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THE LORDS AND LEISURE

April 04, 1960
April 04, 1960

Table of Contents
April 4, 1960

Yesterday
Mighty Moss
Rookies
Wonderful World Of World
Unhappiest Millionaire
The Art Of Fishing With The Wet Fly: Part II
Basketball
Wrestling
Horse Racing
Part II: Social Conservation
19th Hole: The Readers Take Over
Pat On The Back

THE LORDS AND LEISURE

It may come as a surprise to some, but the fact is that Britain's aristocratic lords are seriously worried about the problem of leisure. Of course, as Lieut. Colonel Arthur Jocelyn Charles Gore, 6th Earl of Arran, put it when he opened the debate in the House of Lords, Britain has had a leisured class "for many hundreds of years, but in the past it comprised only a minute section of the population and with their leisure went great responsibilities.... Now we are faced with the prospect of tens of millions of leisured persons with few responsibilities. What," asked Milord of Arran, "are they going to do with their spare time? Judging by present social habits, one envisages a great sea of blank, gaping faces stretching out before innumerable television screens from midday to midnight, with short pauses for the absorption of tinned foods recommended on the programmes."

This is an article from the April 4, 1960 issue Original Layout

In the view of Viscount Esher, the prospect seemed even bleaker. Letting his mind wander backward through his own leisured childhood, Lord Esher saw a vista of infinite boredom. "In the old days," he said, "great trouble was taken to assist the limited minds of the rich from the affliction of boredom; shooting and hunting, racing and yachting. Golf and tennis, health resorts and a great deal of changing of clothes among the women helped to fill the long empty hours. Nevertheless, in spite of all that, my grandmother was bored." This trait, Esher went on, was already discernible "in some of my grandchildren."

Viscount Hailsham, the endlessly energetic carbon copy of Sir Winston Churchill who has headed the Tory Party since 1957, had a characteristically brisk answer to the problem in increased government sponsorship of participant sports. "Watching or reading about sport certainly takes up more of most people's leisure activity than almost any other single item," said Hailsham. "But there is a danger that we may become a nation of sports viewers instead of a nation of sports players."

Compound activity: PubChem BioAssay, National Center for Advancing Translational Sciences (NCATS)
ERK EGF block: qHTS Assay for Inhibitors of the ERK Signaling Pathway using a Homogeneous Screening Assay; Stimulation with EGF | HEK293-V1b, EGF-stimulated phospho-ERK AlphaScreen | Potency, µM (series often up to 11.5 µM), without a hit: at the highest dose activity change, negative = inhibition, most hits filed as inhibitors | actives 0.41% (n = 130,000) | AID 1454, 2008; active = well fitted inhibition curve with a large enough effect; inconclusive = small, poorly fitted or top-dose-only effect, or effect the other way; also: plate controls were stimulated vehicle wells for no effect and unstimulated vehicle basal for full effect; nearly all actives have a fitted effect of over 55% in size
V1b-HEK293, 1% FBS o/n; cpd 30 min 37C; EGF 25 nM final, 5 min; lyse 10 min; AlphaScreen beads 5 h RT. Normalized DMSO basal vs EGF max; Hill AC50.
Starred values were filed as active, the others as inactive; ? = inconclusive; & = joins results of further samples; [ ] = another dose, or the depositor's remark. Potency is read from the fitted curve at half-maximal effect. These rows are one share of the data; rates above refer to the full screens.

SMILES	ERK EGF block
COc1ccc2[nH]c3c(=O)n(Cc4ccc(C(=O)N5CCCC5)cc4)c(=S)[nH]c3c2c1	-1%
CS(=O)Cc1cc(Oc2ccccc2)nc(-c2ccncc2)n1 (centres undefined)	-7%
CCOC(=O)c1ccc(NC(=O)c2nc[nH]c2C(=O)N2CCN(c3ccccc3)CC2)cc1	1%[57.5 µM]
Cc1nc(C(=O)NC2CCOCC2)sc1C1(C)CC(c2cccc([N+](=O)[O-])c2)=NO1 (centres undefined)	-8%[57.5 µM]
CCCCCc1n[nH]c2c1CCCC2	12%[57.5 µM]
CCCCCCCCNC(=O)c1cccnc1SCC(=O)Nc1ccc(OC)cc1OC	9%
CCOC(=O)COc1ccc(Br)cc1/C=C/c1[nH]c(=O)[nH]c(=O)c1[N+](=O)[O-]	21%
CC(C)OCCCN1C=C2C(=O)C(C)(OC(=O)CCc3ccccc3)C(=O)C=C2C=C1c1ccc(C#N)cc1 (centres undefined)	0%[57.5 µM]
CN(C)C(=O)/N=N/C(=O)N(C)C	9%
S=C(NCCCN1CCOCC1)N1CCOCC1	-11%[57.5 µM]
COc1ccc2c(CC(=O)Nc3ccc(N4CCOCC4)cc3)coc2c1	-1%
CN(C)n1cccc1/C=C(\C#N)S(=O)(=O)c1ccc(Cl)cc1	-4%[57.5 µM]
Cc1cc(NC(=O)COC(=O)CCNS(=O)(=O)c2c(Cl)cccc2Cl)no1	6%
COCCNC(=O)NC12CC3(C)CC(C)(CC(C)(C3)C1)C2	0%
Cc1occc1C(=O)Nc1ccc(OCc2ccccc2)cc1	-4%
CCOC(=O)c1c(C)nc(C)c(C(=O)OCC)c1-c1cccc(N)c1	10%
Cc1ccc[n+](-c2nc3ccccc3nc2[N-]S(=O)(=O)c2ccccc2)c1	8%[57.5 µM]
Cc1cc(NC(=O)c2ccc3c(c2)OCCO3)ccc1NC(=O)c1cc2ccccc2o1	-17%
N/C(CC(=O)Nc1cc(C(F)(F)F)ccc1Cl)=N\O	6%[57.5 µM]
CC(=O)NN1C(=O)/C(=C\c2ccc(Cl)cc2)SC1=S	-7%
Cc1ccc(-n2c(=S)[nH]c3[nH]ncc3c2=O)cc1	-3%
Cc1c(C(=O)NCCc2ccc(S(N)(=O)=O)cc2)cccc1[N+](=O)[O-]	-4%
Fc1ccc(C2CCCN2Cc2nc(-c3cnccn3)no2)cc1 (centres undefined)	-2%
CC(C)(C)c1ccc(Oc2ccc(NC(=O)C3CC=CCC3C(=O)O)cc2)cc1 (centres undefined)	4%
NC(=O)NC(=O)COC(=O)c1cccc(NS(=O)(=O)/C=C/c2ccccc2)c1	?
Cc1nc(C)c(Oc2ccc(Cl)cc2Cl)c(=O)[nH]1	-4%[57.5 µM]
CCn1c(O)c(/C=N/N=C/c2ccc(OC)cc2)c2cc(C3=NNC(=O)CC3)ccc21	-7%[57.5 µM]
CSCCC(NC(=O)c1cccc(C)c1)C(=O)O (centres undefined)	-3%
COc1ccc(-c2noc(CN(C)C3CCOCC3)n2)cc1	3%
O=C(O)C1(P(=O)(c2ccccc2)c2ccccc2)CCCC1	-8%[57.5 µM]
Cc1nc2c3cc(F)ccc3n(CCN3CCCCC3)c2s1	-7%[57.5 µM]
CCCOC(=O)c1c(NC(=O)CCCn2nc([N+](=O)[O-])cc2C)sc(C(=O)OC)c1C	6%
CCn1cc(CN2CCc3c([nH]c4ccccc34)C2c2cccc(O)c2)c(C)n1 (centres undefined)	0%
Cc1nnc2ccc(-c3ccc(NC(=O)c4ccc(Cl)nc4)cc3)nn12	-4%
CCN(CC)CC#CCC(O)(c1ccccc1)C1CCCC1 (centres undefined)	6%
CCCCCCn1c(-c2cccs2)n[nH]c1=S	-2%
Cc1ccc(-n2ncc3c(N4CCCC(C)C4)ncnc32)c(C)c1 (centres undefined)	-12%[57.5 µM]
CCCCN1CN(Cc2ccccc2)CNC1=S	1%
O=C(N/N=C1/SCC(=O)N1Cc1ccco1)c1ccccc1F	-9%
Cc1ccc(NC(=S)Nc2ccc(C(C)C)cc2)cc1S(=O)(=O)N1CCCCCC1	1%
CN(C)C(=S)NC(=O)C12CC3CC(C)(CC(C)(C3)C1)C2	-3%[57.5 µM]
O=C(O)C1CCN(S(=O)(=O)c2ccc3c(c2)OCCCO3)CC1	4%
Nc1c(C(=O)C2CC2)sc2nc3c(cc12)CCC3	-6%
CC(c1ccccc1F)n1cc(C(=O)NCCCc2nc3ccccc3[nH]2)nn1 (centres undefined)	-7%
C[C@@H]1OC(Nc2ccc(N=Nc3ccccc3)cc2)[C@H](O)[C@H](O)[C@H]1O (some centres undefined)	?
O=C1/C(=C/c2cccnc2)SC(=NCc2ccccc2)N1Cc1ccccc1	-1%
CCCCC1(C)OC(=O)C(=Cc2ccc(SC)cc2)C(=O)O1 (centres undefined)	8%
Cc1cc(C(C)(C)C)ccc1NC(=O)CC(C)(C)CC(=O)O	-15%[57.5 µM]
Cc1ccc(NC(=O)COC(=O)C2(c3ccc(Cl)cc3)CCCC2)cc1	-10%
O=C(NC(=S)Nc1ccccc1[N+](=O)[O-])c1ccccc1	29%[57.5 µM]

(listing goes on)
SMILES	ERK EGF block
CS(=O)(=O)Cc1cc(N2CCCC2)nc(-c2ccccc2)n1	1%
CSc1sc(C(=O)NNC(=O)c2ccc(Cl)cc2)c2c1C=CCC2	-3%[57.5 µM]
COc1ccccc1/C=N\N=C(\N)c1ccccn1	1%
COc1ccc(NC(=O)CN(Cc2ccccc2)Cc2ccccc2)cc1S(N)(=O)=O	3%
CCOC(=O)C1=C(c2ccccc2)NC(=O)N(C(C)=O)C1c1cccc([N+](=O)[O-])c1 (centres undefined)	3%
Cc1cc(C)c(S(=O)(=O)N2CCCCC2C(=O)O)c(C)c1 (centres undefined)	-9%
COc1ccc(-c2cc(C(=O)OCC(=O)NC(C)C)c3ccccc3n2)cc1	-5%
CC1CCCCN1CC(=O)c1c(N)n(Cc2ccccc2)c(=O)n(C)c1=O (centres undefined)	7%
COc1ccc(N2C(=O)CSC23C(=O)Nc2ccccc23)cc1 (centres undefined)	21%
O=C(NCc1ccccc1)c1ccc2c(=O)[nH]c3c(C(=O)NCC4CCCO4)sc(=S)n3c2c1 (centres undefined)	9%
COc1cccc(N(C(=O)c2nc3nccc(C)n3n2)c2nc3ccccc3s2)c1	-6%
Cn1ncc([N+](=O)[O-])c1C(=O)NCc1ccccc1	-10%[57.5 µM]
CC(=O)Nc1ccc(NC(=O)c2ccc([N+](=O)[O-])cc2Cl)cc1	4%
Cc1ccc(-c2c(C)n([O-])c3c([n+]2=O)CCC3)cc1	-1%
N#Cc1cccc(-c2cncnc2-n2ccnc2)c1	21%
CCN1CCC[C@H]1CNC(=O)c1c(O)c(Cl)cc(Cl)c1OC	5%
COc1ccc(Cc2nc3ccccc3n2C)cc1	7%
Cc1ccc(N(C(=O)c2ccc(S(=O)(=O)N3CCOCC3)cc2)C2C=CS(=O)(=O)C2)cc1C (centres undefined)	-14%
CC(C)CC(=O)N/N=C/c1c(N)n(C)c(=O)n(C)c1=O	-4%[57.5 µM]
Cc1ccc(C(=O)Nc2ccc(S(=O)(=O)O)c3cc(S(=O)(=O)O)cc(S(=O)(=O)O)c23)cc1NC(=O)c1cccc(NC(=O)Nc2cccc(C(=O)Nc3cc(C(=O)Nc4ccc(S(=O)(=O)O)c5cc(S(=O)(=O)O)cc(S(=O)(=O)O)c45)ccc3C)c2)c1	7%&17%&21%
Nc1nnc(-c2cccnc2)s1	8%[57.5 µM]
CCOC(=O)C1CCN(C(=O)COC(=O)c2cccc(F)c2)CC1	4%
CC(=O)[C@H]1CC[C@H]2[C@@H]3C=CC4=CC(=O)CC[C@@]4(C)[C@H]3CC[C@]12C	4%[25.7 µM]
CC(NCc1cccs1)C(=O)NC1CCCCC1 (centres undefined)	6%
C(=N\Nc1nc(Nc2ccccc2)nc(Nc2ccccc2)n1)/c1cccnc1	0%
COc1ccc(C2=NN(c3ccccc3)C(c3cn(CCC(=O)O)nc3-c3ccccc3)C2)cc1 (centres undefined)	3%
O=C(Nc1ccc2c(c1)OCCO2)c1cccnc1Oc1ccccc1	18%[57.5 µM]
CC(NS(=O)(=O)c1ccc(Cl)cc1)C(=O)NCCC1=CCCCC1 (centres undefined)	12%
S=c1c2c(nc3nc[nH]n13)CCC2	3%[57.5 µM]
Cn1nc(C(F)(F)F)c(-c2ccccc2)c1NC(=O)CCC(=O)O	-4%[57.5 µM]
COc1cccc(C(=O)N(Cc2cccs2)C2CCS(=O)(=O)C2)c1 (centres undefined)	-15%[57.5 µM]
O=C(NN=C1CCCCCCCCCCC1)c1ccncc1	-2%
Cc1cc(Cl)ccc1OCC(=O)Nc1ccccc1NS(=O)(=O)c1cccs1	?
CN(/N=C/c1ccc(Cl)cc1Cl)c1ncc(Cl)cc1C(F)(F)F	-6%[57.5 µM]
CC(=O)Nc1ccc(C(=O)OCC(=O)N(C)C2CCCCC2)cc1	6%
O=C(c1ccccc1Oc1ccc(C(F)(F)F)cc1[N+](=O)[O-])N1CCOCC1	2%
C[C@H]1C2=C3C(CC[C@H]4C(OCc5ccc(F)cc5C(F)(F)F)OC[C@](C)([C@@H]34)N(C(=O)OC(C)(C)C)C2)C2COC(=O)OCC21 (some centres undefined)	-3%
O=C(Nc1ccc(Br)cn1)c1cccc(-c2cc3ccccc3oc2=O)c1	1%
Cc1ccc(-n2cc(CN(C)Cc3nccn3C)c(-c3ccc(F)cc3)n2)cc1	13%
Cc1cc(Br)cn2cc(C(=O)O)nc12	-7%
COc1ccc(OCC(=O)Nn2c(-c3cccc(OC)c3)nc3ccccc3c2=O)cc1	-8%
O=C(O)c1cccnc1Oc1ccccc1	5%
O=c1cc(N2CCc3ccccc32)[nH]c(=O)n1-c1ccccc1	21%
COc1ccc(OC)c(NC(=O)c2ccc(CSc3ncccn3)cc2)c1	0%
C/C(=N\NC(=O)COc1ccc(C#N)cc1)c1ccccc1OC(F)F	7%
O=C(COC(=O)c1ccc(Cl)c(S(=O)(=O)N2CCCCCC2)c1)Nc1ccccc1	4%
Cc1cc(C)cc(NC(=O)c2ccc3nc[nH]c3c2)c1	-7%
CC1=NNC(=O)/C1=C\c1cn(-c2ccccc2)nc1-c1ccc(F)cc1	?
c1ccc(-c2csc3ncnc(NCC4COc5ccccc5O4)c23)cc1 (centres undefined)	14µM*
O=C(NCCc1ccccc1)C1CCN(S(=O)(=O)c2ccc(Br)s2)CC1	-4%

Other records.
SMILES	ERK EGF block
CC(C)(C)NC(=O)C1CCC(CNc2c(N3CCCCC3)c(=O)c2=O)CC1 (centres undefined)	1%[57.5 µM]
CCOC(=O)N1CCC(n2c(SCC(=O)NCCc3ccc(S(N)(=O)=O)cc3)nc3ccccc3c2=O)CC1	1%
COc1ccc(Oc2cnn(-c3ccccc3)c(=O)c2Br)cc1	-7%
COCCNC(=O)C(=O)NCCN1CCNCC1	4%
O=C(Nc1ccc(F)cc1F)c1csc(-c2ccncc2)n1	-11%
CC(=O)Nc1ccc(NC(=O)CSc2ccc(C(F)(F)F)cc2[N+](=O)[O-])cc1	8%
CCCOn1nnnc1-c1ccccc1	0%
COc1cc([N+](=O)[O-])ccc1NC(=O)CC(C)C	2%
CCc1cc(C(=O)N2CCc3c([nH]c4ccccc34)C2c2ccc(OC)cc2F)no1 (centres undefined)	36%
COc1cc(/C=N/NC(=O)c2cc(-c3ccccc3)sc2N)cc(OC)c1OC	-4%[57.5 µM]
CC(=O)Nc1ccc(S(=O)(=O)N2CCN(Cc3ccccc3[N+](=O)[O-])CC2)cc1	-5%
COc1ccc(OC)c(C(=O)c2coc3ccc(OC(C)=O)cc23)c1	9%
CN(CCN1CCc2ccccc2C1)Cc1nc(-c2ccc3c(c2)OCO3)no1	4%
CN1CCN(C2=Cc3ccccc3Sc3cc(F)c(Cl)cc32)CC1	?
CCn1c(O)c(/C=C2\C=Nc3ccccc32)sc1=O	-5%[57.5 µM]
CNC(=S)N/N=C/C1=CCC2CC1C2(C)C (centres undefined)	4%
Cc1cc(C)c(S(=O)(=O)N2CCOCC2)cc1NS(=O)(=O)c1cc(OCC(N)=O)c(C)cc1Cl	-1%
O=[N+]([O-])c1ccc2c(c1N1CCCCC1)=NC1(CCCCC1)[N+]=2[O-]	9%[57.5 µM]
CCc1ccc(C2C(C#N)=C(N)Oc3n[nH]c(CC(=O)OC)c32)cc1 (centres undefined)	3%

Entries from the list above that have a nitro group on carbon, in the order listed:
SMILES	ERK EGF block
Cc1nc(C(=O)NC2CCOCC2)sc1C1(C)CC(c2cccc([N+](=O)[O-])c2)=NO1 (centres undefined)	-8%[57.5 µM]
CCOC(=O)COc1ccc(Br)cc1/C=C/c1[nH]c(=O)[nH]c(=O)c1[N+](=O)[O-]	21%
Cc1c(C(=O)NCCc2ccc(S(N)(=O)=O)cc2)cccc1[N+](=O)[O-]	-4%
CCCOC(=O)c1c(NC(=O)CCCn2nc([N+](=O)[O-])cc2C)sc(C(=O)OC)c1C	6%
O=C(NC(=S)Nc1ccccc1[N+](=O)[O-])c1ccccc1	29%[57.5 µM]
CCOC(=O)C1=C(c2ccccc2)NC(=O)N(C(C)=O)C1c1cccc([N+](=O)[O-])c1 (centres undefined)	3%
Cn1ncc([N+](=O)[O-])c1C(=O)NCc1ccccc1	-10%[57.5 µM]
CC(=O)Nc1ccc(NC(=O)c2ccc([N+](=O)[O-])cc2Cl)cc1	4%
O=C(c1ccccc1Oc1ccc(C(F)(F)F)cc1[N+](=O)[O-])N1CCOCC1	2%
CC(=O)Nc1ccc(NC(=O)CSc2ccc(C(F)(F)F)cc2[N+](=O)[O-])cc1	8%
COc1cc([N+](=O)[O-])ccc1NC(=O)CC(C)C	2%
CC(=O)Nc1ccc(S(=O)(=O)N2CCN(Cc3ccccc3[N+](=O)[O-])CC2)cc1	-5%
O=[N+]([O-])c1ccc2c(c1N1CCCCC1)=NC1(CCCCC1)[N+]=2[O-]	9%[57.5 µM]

With this view, the Right Reverend Roger Plumpton Wilson, Lord Bishop of Chichester, was in complete agreement. "In view of the high cultural level of so much of this debate," he said, "I might almost apologise as a Bishop in propounding this as a first priority."

To get the debate back on its lofty plane, another peer who ranks high in Conservative Party circles went to the dictionary to define the word leisure itself. "I made," said Robert Cecil, 5th Marquess Salisbury, whose ancestors, like himself, have been telling England's sovereigns where to get off for centuries, "what was to me an extremely interesting discovery. The oldest meaning of this word—and it is a very old word indeed—was not negative at all, as it has tended to become. It is a severely positive, even austere word. It meant originally, 'Freedom or opportunity to do something specified.' " This original meaning of the word leisure, Bobbety Salisbury went on, is important because it underlies the idea that leisure "when properly used is something essentially good." What is certain, he concluded, "is that whatever encourages men and women to broaden their minds, to develop their personalities, to think for themselves and to fake their own line is likely in the long term to be to the advantage both of themselves and of their country."

The 11th Duke of Devonshire, Major Andrew Robert Buxton Cavendish, M.C., whose famed ancestress Georgiana directed the leisure of much of the intelligentsia and aristocracy of England's Regency, had a less cerebral but equally optimistic view of the problem. "If I were to introduce a motto for the use of leisure hours," said the handsome Coldstream Guardsman, "I think I would say this: If a thing is worth doing, it is worth doing badly.

"If you get fun out of a thing, it does not matter if you do it badly. I play tennis and—though alas, I do it no longer—I used to ride. But I do both abominably. I broke the heart of a chap who tried to teach me tennis and I frequently fell off my horse. If I had said to myself, 'You are no good at either, so don't do them,' I should have missed an enormous amount of pleasure. So I say, if you like to do a thing, do it as hard as you can and you will get fun from your pursuits. I think this might be applied to a wider field."

If we ourselves were members of the House of Lords, we would certainly cry, "Hear! Hear!"

PHOTODUKE OF DEVONSHIRE SAYS IT'S GOOD TO BE BAD